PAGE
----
Brad Bainter, WIU Vice President of Advancement and Public Services, said the stamps are a marketing tool, not a fundraiser.

A $270K Piece of Paper

Apr 1, 2012

It's been said the devil is in the details, and that's certainly the case as Western Illinois University prepares to tear down an old dorm.

The lowest bidder for the demolition of Wetzel Hall -- Dore & Associates Contracting, Inc of Bay City, MI -- is registered with the state of Illinois. But instead of filing a copy of that certificate as required by the bidding process, the company filed a copy of the cover letter that came with the certificate.

Emphasis - March 30

Mar 30, 2012

Rich Egger's guests are Mandi Green and Timothy Collins of Western Illinois University. They talk about WIU's 9th Annual Environmental Summit.

Collins, who is Assistant Director of the Illinois Institute for Rural Affairs, said there are numerous hot button issues among those who study sustainability, but two in particular stand out.

"Obviously energy is the one people feel the most because gasoline prices are around $4 per gallon," Collins said.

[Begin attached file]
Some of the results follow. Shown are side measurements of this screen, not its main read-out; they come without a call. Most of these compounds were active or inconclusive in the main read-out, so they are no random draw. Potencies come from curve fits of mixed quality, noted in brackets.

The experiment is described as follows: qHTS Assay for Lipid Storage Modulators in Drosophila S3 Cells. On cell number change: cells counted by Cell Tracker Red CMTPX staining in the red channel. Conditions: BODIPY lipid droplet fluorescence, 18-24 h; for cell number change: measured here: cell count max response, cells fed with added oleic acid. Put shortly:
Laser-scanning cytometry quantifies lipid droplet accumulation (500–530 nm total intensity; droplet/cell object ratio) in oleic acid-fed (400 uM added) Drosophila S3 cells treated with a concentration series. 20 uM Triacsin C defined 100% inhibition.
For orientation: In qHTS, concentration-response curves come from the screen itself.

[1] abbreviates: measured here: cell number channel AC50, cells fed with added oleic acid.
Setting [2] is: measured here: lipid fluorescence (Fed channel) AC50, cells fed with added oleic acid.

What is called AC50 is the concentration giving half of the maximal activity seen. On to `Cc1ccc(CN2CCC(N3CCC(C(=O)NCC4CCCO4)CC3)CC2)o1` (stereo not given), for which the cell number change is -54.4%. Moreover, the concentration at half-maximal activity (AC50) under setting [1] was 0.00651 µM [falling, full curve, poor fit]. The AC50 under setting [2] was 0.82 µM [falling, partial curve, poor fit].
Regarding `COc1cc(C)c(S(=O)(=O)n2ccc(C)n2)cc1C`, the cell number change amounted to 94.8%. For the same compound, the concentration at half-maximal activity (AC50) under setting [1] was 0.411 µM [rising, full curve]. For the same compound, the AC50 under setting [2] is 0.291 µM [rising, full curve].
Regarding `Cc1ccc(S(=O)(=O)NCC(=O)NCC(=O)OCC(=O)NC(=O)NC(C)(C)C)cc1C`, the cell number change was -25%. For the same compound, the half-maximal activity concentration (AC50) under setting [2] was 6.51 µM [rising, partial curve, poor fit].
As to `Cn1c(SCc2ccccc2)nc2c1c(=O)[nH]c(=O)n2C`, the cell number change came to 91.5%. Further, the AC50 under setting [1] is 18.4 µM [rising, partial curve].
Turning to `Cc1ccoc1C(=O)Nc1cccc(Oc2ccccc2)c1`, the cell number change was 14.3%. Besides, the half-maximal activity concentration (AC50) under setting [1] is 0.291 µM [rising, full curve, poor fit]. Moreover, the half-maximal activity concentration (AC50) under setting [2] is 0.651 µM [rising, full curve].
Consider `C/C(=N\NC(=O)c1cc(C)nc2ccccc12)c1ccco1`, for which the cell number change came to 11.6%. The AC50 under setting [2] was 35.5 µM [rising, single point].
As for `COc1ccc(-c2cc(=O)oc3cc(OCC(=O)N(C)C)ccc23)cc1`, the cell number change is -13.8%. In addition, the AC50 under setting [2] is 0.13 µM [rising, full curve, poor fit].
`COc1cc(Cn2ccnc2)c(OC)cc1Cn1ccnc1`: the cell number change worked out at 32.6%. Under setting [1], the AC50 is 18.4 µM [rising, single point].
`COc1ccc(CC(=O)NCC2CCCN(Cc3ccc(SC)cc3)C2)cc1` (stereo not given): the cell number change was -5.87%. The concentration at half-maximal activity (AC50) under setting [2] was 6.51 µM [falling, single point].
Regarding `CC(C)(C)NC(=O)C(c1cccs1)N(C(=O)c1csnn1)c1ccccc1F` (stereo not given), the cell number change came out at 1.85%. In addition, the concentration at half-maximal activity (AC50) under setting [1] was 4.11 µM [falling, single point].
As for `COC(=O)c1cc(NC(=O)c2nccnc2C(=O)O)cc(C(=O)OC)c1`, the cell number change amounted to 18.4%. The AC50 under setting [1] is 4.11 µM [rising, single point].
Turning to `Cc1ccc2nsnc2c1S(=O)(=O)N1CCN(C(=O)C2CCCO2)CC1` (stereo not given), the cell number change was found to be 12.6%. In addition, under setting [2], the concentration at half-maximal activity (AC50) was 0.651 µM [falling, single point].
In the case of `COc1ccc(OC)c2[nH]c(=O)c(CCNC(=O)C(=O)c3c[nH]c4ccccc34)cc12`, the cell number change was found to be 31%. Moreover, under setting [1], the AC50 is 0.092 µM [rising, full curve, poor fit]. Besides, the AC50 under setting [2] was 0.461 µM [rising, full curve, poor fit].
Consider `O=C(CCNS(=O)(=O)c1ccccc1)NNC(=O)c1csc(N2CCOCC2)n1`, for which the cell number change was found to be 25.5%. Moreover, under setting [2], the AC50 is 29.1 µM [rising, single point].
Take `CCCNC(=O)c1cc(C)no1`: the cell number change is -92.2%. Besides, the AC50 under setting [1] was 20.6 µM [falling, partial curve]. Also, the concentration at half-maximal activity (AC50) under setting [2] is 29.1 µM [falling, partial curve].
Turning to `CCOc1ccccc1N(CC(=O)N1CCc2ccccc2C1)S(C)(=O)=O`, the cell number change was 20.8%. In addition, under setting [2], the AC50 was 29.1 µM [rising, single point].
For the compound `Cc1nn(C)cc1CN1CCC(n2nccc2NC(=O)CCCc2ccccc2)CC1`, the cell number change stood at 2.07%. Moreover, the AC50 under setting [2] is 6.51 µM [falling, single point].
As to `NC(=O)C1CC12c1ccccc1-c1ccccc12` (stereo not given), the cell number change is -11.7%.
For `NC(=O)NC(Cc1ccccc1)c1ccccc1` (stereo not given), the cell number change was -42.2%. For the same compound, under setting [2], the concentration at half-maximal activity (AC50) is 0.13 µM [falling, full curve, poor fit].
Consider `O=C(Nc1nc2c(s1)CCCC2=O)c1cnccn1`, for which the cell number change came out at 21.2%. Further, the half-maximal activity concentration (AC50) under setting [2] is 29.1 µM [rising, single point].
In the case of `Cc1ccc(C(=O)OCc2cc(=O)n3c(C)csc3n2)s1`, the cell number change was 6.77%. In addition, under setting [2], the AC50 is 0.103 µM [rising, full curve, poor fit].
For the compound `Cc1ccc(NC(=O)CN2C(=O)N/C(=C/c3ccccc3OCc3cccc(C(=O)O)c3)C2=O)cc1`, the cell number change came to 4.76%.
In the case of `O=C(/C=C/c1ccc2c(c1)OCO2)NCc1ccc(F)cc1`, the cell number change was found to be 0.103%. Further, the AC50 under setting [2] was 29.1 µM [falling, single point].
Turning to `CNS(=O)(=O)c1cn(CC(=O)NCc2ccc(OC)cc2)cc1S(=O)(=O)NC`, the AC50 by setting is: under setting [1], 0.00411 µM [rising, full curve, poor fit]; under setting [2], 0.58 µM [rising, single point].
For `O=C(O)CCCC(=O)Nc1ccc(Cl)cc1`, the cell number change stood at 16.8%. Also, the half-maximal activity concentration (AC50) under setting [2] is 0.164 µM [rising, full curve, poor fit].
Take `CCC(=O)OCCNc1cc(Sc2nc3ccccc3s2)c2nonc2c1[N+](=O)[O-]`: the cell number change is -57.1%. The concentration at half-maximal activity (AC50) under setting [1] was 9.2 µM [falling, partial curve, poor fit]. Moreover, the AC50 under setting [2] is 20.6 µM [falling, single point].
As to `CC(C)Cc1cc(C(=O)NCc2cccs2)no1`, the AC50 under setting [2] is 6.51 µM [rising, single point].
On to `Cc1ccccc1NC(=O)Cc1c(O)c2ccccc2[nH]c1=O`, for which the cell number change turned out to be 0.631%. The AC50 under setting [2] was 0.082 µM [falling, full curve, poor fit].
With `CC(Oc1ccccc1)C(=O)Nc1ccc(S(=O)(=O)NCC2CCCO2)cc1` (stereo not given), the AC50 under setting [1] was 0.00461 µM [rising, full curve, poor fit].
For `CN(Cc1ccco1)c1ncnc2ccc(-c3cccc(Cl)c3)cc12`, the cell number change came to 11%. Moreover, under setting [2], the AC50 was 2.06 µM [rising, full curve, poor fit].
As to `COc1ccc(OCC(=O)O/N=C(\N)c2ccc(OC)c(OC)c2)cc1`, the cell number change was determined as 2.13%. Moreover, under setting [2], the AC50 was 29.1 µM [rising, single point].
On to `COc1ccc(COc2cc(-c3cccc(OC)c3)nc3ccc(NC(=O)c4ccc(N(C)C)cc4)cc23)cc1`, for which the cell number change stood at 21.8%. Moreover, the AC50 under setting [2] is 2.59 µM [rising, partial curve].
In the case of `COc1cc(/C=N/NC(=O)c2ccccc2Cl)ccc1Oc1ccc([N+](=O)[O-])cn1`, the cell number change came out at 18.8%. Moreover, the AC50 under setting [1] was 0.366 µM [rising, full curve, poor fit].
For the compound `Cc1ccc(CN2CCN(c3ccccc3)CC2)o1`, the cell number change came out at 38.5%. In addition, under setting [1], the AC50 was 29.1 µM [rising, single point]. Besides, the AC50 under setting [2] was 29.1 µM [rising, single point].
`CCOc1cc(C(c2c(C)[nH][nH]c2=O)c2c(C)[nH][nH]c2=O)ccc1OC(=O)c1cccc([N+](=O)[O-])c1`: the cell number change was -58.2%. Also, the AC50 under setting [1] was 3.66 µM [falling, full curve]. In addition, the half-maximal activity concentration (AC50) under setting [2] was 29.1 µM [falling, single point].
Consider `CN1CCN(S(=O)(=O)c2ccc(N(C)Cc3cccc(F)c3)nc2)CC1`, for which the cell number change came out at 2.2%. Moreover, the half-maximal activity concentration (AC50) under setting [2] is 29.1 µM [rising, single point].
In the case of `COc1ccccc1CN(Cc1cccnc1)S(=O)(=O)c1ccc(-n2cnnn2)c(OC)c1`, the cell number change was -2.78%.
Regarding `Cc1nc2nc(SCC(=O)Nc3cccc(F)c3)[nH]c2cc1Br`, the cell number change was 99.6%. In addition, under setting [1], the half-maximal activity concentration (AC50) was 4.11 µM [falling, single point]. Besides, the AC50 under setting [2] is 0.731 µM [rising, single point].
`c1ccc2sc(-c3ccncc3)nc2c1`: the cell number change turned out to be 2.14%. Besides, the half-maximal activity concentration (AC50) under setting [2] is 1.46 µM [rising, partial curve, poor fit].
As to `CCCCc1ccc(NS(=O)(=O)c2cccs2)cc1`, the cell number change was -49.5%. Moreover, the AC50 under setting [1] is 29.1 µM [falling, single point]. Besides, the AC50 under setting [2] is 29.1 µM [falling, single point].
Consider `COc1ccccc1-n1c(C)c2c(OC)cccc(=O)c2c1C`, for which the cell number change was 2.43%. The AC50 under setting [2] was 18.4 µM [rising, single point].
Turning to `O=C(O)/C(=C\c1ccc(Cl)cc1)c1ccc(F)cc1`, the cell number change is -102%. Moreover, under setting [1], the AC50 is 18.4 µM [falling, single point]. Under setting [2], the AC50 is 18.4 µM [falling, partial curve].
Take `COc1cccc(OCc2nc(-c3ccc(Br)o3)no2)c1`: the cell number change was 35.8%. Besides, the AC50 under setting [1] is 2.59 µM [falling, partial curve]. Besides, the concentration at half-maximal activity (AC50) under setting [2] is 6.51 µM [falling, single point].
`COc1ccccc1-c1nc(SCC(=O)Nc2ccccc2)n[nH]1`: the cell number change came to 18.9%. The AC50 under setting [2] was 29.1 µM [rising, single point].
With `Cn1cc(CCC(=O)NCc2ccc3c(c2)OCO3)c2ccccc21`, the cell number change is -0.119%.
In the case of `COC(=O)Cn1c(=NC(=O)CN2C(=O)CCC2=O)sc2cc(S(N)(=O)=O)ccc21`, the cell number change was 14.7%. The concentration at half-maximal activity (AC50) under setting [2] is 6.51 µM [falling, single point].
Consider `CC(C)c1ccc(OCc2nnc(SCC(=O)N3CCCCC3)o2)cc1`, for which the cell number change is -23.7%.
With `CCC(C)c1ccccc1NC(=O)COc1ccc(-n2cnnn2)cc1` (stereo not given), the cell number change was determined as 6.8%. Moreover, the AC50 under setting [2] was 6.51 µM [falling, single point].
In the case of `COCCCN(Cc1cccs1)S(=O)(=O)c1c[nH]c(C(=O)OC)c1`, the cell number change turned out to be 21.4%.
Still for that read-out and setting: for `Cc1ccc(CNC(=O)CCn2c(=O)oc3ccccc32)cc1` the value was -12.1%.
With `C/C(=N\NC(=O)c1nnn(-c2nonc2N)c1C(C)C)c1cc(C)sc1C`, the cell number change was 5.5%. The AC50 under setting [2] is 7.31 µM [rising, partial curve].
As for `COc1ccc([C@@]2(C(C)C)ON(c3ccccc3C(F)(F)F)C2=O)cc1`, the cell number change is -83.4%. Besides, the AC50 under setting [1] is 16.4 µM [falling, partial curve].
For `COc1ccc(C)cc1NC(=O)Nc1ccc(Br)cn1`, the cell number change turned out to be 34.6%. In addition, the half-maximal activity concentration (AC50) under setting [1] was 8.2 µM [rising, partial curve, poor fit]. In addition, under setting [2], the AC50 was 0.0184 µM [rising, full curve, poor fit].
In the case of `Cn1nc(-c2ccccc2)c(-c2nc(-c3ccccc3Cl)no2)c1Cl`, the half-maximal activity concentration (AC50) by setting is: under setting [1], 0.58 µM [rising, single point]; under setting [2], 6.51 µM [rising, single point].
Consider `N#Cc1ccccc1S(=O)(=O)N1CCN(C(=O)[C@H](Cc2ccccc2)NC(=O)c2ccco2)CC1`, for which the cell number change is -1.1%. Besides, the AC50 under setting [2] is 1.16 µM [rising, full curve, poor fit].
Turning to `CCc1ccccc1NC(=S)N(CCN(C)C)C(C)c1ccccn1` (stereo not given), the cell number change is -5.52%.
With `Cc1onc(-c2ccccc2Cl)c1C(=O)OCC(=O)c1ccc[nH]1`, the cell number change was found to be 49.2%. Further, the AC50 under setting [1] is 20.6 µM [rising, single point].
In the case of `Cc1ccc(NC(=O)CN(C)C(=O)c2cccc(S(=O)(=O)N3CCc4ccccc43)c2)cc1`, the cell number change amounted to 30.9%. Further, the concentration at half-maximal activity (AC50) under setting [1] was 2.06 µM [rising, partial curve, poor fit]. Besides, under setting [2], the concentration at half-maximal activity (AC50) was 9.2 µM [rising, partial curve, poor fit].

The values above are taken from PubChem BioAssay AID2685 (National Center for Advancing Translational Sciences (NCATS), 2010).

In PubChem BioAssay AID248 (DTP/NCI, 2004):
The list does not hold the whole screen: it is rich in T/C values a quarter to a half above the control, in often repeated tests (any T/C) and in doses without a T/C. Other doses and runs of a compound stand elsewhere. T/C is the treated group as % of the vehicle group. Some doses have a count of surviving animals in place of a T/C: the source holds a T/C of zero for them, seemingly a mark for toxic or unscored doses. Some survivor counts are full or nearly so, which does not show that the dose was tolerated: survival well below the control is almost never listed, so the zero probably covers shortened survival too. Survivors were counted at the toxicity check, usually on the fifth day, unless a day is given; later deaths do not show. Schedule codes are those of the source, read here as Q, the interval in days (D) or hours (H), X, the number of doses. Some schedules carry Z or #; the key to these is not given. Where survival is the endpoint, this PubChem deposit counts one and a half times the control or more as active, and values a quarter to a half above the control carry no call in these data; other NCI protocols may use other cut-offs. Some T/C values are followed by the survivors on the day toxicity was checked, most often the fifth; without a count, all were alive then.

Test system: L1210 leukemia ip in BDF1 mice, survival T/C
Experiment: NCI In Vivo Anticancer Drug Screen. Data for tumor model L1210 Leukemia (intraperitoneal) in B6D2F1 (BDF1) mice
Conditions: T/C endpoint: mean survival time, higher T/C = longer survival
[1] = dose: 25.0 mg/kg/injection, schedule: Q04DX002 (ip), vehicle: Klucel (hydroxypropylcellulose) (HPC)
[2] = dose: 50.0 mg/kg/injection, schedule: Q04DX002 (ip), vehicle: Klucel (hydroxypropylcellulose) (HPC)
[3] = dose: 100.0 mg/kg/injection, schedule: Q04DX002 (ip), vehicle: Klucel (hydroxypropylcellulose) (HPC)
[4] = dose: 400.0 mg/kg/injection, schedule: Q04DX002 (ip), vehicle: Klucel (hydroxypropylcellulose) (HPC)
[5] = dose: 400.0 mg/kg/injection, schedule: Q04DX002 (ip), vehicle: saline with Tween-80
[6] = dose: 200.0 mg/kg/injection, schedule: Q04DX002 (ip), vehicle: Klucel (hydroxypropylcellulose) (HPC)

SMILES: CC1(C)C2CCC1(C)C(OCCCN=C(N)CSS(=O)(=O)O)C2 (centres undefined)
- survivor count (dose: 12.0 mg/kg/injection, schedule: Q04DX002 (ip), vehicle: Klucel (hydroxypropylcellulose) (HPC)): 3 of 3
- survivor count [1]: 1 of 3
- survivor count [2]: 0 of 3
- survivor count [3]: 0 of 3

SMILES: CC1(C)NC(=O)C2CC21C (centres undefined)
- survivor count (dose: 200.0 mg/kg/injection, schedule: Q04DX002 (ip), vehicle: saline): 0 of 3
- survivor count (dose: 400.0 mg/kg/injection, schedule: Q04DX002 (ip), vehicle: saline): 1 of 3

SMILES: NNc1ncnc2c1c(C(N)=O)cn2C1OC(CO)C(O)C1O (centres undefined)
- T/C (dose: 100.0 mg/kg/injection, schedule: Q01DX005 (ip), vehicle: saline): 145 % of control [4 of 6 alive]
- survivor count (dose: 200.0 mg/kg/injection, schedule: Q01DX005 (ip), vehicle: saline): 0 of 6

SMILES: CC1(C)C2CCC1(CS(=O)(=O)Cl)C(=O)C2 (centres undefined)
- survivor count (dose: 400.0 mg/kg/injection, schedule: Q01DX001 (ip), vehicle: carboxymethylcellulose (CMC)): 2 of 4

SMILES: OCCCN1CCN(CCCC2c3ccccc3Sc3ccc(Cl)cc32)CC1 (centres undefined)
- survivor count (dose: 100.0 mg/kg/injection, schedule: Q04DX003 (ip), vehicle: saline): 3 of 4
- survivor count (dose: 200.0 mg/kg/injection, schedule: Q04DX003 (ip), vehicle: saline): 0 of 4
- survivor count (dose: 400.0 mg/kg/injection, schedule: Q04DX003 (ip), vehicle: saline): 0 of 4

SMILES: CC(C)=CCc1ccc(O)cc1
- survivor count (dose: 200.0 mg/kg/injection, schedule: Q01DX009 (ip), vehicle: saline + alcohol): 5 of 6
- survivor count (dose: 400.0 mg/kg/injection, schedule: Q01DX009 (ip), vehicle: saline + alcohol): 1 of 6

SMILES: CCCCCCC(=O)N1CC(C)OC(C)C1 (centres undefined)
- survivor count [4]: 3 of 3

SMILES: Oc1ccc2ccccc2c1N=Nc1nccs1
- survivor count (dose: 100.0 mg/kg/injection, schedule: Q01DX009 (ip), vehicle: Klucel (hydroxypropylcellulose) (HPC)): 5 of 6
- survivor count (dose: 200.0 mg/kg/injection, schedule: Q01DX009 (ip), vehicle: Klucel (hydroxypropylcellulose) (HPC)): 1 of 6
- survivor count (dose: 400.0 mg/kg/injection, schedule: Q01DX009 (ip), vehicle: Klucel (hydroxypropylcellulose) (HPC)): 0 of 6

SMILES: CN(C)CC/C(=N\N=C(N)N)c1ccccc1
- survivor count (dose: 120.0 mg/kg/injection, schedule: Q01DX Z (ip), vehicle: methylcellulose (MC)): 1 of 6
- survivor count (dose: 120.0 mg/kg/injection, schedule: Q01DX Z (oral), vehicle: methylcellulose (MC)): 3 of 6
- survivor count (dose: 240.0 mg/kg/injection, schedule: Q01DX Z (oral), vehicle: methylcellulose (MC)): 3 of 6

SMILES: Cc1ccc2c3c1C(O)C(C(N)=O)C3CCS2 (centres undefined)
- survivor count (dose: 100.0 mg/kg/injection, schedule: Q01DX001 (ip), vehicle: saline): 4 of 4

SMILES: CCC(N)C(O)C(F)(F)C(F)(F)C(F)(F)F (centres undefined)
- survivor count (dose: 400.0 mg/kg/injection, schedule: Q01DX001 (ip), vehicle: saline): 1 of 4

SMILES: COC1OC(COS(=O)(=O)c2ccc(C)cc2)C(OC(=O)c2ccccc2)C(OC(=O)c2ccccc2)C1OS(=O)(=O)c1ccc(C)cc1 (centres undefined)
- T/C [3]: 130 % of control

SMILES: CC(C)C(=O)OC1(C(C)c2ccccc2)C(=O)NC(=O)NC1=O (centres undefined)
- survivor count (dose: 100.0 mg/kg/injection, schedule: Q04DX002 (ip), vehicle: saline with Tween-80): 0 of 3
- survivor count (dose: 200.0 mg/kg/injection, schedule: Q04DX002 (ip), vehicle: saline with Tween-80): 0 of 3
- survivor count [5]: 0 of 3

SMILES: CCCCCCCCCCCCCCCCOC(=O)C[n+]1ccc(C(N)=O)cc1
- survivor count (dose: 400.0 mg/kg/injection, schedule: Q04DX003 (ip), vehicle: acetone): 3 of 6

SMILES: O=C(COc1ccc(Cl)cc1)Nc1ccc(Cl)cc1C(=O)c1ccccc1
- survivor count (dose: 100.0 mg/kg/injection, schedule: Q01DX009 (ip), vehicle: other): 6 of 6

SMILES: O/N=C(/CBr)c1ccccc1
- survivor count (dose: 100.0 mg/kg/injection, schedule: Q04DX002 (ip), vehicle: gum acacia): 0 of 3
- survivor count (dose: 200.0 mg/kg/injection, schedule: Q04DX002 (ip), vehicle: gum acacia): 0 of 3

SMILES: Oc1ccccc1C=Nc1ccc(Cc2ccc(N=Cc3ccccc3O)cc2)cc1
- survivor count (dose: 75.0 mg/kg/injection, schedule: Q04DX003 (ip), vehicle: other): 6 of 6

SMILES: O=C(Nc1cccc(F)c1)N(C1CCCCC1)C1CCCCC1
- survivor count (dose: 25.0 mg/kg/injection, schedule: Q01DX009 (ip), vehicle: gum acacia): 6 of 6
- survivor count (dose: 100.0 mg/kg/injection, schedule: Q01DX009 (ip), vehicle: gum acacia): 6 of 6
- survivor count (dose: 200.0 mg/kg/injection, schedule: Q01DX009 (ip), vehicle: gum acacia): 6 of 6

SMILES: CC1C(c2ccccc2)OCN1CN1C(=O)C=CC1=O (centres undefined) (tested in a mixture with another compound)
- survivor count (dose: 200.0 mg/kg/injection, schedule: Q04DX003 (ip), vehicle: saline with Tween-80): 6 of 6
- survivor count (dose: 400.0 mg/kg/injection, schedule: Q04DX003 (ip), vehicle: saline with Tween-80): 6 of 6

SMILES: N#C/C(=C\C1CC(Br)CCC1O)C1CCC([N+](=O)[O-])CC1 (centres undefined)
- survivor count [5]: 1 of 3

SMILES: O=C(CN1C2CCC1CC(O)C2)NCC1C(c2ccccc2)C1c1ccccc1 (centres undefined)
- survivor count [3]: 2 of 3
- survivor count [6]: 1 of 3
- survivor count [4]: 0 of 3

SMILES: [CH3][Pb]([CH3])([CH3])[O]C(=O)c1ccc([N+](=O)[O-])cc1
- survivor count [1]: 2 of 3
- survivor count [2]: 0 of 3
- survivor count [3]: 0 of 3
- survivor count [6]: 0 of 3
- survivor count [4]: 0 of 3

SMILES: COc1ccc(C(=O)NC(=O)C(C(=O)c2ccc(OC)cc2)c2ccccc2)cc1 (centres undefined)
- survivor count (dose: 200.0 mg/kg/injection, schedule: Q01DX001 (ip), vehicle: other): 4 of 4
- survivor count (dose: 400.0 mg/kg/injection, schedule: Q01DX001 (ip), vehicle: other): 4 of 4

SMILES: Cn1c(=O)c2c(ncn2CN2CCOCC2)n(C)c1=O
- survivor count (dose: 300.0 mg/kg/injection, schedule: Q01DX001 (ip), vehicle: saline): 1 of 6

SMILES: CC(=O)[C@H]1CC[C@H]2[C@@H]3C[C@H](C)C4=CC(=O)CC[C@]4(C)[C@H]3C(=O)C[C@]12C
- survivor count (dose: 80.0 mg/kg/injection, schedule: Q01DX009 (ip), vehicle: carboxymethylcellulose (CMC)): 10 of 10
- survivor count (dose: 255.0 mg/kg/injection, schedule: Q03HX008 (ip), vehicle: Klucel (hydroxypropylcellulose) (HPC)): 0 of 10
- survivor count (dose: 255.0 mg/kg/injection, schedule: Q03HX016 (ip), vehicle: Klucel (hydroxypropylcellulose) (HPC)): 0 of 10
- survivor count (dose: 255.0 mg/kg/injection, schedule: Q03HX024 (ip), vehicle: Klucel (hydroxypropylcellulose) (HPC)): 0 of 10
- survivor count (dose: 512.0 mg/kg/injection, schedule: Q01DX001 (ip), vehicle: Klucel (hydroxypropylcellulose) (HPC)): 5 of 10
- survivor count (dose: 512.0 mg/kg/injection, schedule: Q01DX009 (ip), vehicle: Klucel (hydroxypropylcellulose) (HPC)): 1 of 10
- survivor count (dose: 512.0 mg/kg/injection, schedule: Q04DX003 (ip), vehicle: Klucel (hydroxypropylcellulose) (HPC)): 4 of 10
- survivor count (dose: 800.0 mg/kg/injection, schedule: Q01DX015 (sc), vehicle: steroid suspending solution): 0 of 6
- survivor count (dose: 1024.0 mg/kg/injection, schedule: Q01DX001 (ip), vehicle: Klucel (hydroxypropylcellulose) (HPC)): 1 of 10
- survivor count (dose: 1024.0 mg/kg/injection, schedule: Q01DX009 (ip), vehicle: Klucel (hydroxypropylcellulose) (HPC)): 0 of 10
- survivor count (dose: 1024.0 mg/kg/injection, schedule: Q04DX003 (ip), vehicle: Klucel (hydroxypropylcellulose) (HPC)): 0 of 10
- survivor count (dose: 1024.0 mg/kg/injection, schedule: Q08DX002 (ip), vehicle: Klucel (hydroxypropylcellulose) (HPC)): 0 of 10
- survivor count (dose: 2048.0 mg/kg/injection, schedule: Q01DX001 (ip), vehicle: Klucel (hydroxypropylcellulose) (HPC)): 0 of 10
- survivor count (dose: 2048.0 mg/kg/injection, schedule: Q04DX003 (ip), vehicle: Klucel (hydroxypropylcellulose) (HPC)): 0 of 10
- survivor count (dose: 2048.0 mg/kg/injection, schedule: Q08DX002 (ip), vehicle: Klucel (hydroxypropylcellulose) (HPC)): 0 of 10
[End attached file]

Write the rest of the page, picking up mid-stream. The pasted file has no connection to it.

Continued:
Western Illinois University is known for Sherman Tower and its climbing tower. It might soon be known for a water tower. Talks between WIU and Macomb are ongoing.

Mayor Mike Inman said, “We're hoping to partner with the university on branding the water tower with the university's mascot and logo  That, obviously, will be an agreement between us and them but their intention is to underwrite that.”

The project is part of routine maintenance to repaint the tower inside and out this year.

Although the Occupy Wall Street movement is not involved in conventional campaigning, a political expert says it could have a dramatic effect on a second Obama administration.

Keith Boeckelman is chair of the political science department at Western Illinois University.

He says the president had to toe a moderate line after Republicans took control of the House of  Representatives and the Tea Party movement played a major part in House politics.

Emphasis - March 16

Mar 16, 2012

Rich Egger's guest is Western Illinois University chemistry professor Thottumkara K. "TK" Vinod. They talk about "green" chemistry.

Vinod said green chemistry is the practice of creating chemical products with the least amount of adverse impact on the environment.

"By doing green chemistry, chemists are thinking of producing chemical products so that we don't have to deal with chemical waste at the end," Vinod said.